Is anyone concerned with how easy it is to actually jump the ptc within the motors? Furthermore, testing at competitions is fairly difficult. Teams could easily change their motors after being tested not to mention testing them would take additional time. I remember at worlds for nothing but net they simply asked to unplug one motor to test the ptc to make sure it tripped but they let us choose which motor. This was the first time I realized that teams might be doing something fishy. I have reason to believe some of my local top teams have purposefully jumped their ptc. At a regional competition, they tested the motors, and as soon as they found out, they began to change all their motors the morning of the competition and warned me that they were testing motors. I had no idea why they were concerned until I thought that they may be doing something to their motors. Is this a common thing? Do top teams all do this and keep it in the down low? I have been in vex for years upon years. I’m talking about one of the top teams in skills. Obviously their build quality and programming may be why they performed so good, but when the team expressed their concern about testing ptcs, I became suspicious. When I talked to them on the matter, they implied that they jump their ptc and that it was normal amongst top teams. I look up to teams in my area and strive to be like them but it would disappoint me if this was common within vex. You wanna know how I know it’s so easy? Because I tried jumping the ptc of an old motor. It literally takes five minutes.
Tldr: ptc jumping is easy and almost completely undetectable. Find it sad how teams use unfair practices on teams abiding by the rules. Their should be a way to prevent modifications on the day off competitions and all teams should bag up their robots like they do in first. The inspection process is a joke at local competitions and even at worlds, you can go undetected with certain precautions.
Ps to all teams thinking that I’m accusing teams just because they’re better than me, I can assure you that this is not the case. I am on a team that is consistently ranked in the top 100 year after year.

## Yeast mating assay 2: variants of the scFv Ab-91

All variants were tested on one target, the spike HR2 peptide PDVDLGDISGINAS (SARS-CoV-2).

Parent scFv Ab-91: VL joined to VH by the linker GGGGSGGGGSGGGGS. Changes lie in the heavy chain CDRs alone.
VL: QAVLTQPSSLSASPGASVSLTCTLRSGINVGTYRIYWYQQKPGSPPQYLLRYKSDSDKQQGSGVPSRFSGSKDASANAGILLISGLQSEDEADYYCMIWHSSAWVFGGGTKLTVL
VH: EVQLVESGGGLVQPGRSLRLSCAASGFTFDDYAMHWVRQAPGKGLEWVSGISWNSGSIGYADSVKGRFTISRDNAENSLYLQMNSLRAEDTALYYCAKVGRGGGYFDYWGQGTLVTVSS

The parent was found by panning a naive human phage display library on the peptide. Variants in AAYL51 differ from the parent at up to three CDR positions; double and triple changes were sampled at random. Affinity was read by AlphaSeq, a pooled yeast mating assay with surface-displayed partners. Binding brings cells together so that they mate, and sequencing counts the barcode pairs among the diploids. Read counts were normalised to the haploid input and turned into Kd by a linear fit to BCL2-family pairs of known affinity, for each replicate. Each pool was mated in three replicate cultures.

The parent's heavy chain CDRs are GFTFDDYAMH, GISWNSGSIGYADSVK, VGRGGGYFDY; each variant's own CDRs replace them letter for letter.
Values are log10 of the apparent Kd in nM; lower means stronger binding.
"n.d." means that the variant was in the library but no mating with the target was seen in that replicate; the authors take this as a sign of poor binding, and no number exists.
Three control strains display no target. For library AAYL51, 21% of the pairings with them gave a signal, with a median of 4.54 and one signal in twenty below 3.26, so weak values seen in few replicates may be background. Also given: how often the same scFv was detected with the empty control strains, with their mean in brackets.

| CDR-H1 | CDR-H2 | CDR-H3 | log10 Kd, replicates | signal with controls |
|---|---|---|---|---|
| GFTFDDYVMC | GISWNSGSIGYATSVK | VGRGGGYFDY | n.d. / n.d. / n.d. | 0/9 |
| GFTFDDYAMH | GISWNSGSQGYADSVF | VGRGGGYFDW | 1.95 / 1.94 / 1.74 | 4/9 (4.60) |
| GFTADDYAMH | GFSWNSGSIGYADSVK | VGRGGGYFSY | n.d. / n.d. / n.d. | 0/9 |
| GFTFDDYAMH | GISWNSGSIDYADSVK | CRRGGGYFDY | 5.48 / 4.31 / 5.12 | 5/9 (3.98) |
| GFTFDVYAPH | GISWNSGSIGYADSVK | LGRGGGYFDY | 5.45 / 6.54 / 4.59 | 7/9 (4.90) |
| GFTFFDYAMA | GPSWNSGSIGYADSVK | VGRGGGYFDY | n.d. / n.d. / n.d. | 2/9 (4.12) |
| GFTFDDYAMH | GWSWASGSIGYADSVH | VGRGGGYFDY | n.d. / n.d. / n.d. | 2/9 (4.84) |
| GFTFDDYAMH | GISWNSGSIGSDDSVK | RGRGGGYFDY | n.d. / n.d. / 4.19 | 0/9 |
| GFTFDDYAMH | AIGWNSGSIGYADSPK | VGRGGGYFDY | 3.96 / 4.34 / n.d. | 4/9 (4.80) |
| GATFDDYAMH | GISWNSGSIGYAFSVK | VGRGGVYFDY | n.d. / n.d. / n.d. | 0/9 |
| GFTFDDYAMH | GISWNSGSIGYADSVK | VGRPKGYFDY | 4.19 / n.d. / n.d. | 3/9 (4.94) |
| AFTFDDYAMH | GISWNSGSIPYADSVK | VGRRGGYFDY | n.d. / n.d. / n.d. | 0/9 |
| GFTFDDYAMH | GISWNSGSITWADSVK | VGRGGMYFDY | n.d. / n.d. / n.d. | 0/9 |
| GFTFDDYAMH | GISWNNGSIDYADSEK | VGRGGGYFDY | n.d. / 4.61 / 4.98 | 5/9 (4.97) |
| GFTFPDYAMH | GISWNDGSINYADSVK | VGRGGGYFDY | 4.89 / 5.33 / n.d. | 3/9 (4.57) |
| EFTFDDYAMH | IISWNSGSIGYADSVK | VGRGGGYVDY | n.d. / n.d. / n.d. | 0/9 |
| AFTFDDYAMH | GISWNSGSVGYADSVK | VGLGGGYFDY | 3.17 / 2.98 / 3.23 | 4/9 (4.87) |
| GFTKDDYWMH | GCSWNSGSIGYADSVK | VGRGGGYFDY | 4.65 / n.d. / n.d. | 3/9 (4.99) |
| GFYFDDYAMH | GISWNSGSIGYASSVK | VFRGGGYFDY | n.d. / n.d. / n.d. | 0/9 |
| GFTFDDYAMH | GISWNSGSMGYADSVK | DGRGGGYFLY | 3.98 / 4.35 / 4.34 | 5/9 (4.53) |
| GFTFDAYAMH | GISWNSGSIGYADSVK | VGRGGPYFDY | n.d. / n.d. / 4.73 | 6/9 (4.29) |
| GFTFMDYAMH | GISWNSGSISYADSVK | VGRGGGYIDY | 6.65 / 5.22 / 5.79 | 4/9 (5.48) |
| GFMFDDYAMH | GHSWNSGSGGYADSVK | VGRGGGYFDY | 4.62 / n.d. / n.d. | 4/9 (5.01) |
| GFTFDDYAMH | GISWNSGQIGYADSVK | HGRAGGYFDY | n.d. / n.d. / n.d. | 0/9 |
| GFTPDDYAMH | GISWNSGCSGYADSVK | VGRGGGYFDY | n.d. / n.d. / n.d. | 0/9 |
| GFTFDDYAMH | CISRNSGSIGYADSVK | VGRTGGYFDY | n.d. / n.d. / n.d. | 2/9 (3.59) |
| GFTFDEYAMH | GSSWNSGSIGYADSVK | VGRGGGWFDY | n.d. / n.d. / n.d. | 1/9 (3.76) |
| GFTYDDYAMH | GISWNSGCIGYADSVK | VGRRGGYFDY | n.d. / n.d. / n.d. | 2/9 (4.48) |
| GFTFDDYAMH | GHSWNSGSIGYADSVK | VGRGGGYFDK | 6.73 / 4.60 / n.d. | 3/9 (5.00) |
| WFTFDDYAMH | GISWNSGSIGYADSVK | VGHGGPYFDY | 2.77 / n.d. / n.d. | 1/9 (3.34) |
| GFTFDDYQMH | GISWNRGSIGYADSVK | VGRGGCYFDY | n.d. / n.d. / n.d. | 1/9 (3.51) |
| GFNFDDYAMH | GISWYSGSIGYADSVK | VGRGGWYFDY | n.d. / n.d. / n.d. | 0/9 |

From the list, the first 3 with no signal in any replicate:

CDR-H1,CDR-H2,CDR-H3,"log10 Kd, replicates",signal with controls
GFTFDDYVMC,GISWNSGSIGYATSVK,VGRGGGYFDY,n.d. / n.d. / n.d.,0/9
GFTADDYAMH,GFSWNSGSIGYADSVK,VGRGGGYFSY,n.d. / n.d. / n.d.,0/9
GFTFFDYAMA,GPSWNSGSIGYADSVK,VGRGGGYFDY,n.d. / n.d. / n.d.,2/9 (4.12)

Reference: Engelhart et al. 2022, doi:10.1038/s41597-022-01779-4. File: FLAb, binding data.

At worlds they test competitive teams’ motors immediately after matches (in addition to at inspection) and don’t allow teams to pick the motor, which makes the detection process pretty hard to avoid. Perhaps it should be more widely implemented at the local/regional/state level. I don’t know how big of a problem it is, and testing is rather a pain.
The only reason I dreaded PTC testing was because they thought 10 minutes was enough time for a fully-burnt-out motor to cool down before a quarterfinal match. I understand the need for scrutiny but I’d be happy to burn out a motor, let my robot sit in their sight for an hour, then go on the field for my match. But 10 minutes isn’t enough time.
Understand why you would be upset, but be careful in posting accusations. It may be best for you to remove that attachment in the post above until it’s all cleared up. Hope it all works out for everyone.
“The test of a man’s character is what he does when no one is looking.” The reason to not modify your motors isn’t because you could be caught; the reason is because it’s wrong. I hope any team that does it, is punished to the full extent. Obviously, any incident should be fully investigated and not determined by judge, jury, and trial on Vex Forum - but, if it the case - it is a huge shame.